“Respondeat superior is based on a ‘deeply rooted sentiment’ that it would be unjust for an enterprise to disclaim responsibility for injuries occurring in the course of its characteristic activities.” (Mary M. v. City of Los Angeles (1991) 54 Cal.3d 202, 208 [285 Cal.Rptr. 99, 814 P.2d 1341], internal citation omitted.)

“[The Supreme Court has] articulated three reasons for applying the doctrine of respondeat superior: (1) to prevent recurrence of the tortious conduct; (2) to give greater assurance of compensation for the victim; and (3) to ensure that the victim’s losses will be equitably borne by those who benefit from the enterprise that gave rise to the injury.” (Mary M., supra, 54 Cal.3d at p. 209.)

“[A] principal is charged only with the knowledge of an agent acquired while the agent was acting in that role and within the scope of his or her authority as an agent.” (RSB Vineyards, LLC v. Orsi (2017) 15 Cal.App.5th 1089, 1099 [223 Cal.Rptr.3d 458].)

“[A] relationship of agency always ‘contemplates three parties—the principal, the agent, and the third party with whom the agent is to deal.’ ” (RSB Vineyards, LLCsupra, 15 Cal.App.5th at p. 1100.)

“[A] principal may be liable for the wrongful conduct of its agent, even if that conduct is criminal, in one of three ways: (1) if the ‘ “principal directly authorizes … [the tort or] crime to be committed” ’; (2) if the agent commits the tort ‘in the scope of his employment and in performing service on behalf of the principal’, ‘regardless of whether the wrong is authorized or ratified by [the principal];, and even if the wrong is criminal; or (3) if the principal ratifies its agent’s conduct ‘after the fact by … voluntar[ily] elect[ing] to adopt the [agent’s] conduct … as its own’ ” (Doe v. Roman Catholic Archbishop of Los Angeles (2016) 247 Cal.App.4th 953, 969 [202 Cal.Rptr.3d 414], internal citations omitted.)

“The employee need not have intended to further the employer’s interest for the employer to be liable if there is a ‘causal nexus’ between the intentional tort and the employee’s work. The connection or causal nexus required for respondeat superior liability is the tort must have been engendered by or arise from the work. The required connection has been described as (1) ‘the incident leading to injury must be an “outgrowth” of the employment’; (2) ‘the risk of tortious injury is ‘ “ ‘inherent in the working environment’ ” ’; (3) the risk of tortious injury is ‘ “ ‘typical of or broadly incidental to the enterprise [the employer] has undertaken’ ” ’ or (4) ‘the tort was, in a general way, foreseeable from the employee’s duties.’ ” (Crouch v. Trinity Christian Center of Santa Ana, Inc. (2019) 39 Cal.App.5th 995, 1015 [253 Cal.Rptr.3d 1], internal citations omitted.)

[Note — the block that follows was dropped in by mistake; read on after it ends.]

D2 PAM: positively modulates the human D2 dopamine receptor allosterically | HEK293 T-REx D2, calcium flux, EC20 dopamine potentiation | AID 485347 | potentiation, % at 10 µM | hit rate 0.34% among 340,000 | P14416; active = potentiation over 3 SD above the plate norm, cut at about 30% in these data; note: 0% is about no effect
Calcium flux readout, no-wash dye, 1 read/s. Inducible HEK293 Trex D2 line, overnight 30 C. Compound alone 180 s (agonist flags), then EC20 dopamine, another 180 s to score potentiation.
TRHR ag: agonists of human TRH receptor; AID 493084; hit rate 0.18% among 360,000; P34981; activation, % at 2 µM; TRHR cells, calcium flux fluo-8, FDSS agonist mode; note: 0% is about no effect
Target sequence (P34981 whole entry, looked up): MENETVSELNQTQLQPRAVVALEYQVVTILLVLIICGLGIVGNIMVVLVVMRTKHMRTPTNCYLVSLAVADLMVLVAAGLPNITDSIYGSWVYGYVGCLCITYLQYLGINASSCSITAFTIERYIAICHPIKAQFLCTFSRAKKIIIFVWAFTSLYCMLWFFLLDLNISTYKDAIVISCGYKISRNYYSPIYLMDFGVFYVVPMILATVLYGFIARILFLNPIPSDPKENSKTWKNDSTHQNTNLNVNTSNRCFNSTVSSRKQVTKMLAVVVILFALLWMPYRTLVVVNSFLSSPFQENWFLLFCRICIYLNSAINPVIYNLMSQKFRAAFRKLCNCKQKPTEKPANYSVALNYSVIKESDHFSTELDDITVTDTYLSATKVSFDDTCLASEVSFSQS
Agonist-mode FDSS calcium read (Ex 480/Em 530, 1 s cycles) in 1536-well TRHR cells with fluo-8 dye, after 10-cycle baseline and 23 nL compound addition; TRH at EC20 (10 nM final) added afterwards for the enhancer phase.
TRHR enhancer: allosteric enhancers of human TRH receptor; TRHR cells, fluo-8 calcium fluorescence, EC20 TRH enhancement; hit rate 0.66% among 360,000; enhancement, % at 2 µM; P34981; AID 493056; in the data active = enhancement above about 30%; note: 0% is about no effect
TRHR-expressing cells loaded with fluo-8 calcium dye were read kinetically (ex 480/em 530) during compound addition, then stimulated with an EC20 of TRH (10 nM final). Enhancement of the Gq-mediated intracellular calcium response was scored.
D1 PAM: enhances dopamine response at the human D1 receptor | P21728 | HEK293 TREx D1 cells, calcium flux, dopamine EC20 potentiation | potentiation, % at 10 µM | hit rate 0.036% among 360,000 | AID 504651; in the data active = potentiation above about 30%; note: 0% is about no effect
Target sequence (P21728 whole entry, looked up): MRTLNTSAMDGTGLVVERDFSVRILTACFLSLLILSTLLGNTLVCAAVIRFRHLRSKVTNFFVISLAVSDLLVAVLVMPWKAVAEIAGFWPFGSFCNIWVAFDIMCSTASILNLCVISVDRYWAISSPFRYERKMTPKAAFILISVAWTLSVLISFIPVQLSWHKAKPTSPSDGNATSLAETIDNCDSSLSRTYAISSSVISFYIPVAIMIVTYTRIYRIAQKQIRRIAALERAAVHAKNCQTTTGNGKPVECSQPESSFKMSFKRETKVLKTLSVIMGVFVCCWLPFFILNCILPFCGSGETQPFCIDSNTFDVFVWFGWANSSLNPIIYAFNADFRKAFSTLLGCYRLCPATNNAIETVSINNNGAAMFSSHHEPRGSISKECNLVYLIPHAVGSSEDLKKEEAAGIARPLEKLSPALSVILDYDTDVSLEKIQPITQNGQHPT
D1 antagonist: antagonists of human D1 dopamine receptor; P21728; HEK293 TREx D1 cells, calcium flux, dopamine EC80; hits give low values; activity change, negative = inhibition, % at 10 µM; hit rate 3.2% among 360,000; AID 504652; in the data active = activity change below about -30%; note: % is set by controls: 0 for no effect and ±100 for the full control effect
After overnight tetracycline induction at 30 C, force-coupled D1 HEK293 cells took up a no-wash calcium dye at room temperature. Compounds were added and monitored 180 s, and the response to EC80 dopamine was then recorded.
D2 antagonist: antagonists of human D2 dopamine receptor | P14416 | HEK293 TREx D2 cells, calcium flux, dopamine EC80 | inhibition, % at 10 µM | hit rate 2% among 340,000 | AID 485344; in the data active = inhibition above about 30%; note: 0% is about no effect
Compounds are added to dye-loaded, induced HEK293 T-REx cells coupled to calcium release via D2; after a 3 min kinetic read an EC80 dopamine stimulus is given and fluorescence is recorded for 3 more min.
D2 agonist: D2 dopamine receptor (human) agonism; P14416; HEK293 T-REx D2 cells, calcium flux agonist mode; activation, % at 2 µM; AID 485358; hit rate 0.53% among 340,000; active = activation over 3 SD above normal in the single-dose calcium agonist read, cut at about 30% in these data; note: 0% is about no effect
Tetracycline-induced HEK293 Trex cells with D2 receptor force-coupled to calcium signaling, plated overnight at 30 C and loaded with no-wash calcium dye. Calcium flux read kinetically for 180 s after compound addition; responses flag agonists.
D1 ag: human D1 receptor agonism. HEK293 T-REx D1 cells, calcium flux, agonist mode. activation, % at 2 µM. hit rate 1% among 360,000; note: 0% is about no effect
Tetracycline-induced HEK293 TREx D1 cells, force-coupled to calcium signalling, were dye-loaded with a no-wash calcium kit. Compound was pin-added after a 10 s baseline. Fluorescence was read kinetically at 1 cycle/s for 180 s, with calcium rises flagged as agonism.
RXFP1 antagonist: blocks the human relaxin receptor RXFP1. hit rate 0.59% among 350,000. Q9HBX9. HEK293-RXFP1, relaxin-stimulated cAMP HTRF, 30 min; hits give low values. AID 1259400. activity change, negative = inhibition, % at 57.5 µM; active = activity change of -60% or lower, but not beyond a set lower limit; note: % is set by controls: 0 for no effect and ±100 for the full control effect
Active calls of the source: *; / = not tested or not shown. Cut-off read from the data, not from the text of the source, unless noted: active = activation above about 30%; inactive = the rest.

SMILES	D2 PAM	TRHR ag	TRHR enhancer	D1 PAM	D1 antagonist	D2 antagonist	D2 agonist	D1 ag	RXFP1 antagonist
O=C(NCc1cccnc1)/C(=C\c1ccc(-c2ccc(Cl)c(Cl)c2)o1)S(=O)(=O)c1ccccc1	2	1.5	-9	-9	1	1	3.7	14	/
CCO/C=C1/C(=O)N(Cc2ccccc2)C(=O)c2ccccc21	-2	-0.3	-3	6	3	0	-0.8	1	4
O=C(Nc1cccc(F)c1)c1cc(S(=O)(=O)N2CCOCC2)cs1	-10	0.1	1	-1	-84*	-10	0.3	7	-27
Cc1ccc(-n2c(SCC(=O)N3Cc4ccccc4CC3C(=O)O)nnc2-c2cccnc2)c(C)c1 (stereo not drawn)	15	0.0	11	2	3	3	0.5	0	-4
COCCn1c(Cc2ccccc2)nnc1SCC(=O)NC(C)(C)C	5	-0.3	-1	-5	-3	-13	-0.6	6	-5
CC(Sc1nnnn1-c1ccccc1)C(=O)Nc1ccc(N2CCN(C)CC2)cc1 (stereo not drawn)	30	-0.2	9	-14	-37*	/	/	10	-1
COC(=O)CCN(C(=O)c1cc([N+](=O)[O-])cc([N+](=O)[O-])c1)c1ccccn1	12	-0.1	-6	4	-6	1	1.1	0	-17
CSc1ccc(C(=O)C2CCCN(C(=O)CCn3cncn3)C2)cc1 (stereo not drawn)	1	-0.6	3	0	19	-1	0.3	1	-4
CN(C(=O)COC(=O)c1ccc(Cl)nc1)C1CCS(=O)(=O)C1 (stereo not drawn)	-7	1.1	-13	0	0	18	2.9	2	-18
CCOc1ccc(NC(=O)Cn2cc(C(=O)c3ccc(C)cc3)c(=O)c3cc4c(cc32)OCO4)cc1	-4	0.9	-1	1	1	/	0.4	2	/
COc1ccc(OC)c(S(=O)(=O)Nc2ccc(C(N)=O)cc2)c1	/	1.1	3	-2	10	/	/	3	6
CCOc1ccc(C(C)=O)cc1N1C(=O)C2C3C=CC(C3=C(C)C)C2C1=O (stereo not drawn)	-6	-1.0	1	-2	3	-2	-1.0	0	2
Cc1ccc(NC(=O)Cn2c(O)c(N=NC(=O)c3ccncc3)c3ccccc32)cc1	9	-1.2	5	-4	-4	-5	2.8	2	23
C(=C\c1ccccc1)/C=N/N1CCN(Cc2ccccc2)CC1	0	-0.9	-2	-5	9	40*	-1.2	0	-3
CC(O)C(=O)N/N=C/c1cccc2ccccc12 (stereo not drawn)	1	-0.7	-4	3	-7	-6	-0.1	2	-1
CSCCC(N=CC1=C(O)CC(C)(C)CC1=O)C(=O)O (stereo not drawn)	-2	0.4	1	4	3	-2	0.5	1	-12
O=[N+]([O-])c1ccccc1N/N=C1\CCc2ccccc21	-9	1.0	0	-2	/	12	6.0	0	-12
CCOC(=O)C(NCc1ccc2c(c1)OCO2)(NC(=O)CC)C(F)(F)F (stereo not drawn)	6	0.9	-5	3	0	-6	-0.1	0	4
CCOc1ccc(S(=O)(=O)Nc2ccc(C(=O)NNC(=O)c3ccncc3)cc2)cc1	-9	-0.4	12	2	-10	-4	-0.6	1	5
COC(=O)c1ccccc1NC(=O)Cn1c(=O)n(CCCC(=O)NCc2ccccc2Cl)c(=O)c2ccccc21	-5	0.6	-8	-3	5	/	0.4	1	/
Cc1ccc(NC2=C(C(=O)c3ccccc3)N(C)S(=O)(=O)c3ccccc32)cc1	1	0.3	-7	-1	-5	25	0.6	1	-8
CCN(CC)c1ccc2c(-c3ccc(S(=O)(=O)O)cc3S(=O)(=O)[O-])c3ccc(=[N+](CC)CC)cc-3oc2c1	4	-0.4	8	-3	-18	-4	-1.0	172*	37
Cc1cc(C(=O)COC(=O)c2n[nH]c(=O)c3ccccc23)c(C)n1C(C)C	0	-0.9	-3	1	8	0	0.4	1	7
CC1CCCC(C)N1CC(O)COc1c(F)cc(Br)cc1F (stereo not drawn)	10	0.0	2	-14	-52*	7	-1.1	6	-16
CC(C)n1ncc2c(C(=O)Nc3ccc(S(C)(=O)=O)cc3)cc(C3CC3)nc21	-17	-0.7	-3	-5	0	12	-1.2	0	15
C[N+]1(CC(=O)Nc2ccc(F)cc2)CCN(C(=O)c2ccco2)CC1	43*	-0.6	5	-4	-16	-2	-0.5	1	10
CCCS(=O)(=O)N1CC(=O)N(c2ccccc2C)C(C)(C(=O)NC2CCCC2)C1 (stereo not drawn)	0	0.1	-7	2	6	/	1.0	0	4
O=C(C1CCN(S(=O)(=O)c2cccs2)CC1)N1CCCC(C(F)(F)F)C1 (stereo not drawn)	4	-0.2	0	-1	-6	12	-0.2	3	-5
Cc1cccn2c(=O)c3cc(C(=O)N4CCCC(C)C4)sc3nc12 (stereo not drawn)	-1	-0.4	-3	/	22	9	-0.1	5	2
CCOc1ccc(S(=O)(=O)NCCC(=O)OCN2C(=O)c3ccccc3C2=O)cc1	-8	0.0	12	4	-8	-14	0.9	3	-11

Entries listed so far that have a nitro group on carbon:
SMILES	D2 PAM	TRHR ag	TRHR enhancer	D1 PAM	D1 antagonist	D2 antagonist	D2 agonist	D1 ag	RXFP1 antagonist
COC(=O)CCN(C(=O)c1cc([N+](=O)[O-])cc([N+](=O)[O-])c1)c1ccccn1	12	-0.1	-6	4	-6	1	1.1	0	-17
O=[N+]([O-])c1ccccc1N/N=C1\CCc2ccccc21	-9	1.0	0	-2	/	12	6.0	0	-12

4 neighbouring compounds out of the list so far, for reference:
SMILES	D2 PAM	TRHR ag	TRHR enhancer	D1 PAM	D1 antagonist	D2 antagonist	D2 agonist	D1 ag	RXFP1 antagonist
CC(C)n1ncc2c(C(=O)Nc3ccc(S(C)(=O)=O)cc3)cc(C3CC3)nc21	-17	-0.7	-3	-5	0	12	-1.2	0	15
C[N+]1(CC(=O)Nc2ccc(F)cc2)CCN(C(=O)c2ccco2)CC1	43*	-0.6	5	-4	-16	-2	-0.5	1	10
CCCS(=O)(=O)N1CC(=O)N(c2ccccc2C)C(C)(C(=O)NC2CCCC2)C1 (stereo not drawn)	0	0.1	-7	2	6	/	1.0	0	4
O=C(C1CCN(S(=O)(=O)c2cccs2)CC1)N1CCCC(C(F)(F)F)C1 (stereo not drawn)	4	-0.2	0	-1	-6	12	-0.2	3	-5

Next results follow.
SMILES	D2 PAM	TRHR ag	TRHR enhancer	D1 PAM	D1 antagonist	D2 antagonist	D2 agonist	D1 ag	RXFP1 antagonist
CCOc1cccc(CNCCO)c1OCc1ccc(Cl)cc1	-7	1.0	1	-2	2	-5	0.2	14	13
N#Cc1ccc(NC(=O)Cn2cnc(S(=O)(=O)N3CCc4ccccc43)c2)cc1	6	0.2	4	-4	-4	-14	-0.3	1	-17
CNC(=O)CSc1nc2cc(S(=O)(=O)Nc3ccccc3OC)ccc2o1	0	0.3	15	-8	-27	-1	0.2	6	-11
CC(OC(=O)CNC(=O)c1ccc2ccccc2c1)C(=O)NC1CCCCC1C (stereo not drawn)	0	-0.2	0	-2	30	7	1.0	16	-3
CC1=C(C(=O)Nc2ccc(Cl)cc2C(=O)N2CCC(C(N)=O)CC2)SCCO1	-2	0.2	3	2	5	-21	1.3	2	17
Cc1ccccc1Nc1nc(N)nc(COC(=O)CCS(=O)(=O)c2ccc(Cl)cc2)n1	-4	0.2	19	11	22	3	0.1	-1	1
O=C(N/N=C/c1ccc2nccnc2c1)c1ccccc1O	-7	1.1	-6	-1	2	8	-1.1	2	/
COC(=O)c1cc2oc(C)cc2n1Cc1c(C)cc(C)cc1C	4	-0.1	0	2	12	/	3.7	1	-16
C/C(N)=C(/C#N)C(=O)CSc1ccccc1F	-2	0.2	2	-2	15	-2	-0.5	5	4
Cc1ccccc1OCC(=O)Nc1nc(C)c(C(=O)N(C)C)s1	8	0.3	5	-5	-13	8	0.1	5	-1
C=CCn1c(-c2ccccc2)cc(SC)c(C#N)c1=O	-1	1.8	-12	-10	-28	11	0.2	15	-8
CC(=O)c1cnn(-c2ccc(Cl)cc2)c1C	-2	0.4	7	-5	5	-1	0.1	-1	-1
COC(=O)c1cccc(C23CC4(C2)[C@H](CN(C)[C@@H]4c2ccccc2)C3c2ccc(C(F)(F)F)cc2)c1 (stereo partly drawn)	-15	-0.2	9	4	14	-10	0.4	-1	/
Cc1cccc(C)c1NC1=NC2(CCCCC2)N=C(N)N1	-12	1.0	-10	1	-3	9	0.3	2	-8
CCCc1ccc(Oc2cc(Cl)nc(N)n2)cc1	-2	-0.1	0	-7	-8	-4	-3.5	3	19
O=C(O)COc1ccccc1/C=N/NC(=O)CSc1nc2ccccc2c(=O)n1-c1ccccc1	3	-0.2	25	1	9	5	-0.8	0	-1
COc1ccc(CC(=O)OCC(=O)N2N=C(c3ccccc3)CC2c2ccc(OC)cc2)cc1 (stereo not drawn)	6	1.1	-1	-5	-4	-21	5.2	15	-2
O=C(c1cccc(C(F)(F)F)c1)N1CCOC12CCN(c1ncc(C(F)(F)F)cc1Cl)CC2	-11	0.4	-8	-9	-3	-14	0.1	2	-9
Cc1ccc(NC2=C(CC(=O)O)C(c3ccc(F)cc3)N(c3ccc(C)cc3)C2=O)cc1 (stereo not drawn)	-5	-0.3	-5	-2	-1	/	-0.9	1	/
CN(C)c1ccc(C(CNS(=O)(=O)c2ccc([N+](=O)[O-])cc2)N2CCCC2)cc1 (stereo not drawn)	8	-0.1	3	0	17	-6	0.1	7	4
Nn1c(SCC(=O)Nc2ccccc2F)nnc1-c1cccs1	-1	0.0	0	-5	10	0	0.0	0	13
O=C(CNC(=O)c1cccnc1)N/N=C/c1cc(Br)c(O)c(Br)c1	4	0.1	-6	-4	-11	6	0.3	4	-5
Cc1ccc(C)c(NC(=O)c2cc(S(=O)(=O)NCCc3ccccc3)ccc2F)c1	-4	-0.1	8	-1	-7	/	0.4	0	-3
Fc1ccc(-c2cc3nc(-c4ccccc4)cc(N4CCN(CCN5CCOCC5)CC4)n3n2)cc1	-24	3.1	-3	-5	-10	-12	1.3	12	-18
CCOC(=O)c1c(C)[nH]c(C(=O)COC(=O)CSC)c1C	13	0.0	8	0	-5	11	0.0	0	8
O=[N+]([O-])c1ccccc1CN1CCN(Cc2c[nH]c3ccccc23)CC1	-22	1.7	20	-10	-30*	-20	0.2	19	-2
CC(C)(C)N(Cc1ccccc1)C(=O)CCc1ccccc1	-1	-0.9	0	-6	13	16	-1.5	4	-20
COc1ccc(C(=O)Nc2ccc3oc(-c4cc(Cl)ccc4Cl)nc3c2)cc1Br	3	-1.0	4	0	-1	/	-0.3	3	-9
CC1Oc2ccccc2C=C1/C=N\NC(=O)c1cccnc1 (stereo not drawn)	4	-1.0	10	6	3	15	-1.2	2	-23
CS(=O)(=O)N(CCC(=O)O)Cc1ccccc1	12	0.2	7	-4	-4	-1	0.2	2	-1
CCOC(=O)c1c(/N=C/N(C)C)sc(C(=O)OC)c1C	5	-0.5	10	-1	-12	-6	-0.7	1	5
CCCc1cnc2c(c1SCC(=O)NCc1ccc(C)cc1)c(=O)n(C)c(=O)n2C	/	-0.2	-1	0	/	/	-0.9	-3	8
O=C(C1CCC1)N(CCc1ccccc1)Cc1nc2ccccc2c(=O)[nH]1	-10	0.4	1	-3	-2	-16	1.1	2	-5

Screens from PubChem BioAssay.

“[W]here recovery of damages is sought against a principal and an agent, and the negligence of the agent is the cause of the injury, a verdict releasing the agent from liability releases the principal.” (Lehmuth v. Long Beach Unified School Dist. (1960) 53 Cal.2d 544, 550 [2 Cal.Rptr. 279, 348 P.2d 887].)

The doctrine of respondeat superior applies equally to public and private employers. (Mary M., supra, 54 Cal.3d at p. 209.)

Secondary Sources

3 Witkin, Summary of California Law (11th ed. 2017) Agency and Employment, §§ 173–178
Haning et al., California Practice Guide: Personal Injury, Ch. 2(II)-A, Vicarious Liability, ¶ 2:600 et seq. (The Rutter Group)
1 Levy et al., California Torts, Ch. 8, Vicarious Liability, §§ 8.03–8.04 (Matthew Bender)
2 California Employment Law, Ch. 30, Employers’ Tort Liability to Third Parties for Conduct of Employees, § 30.01 (Matthew Bender)
21 California Forms of Pleading and Practice, Ch. 248, Employer’s Liability for Employee’s Torts, § 248.14 (Matthew Bender)
37 California Forms of Pleading and Practice, Ch. 427, Principal and Agent, § 427.22 (Matthew Bender)
10 California Points and Authorities, Ch. 100A, Employer and Employee: Respondeat Superior, § 100A.20 et seq. (Matthew Bender)
California Civil Practice: Torts §§ 3:1–3:4 (Thomson Reuters)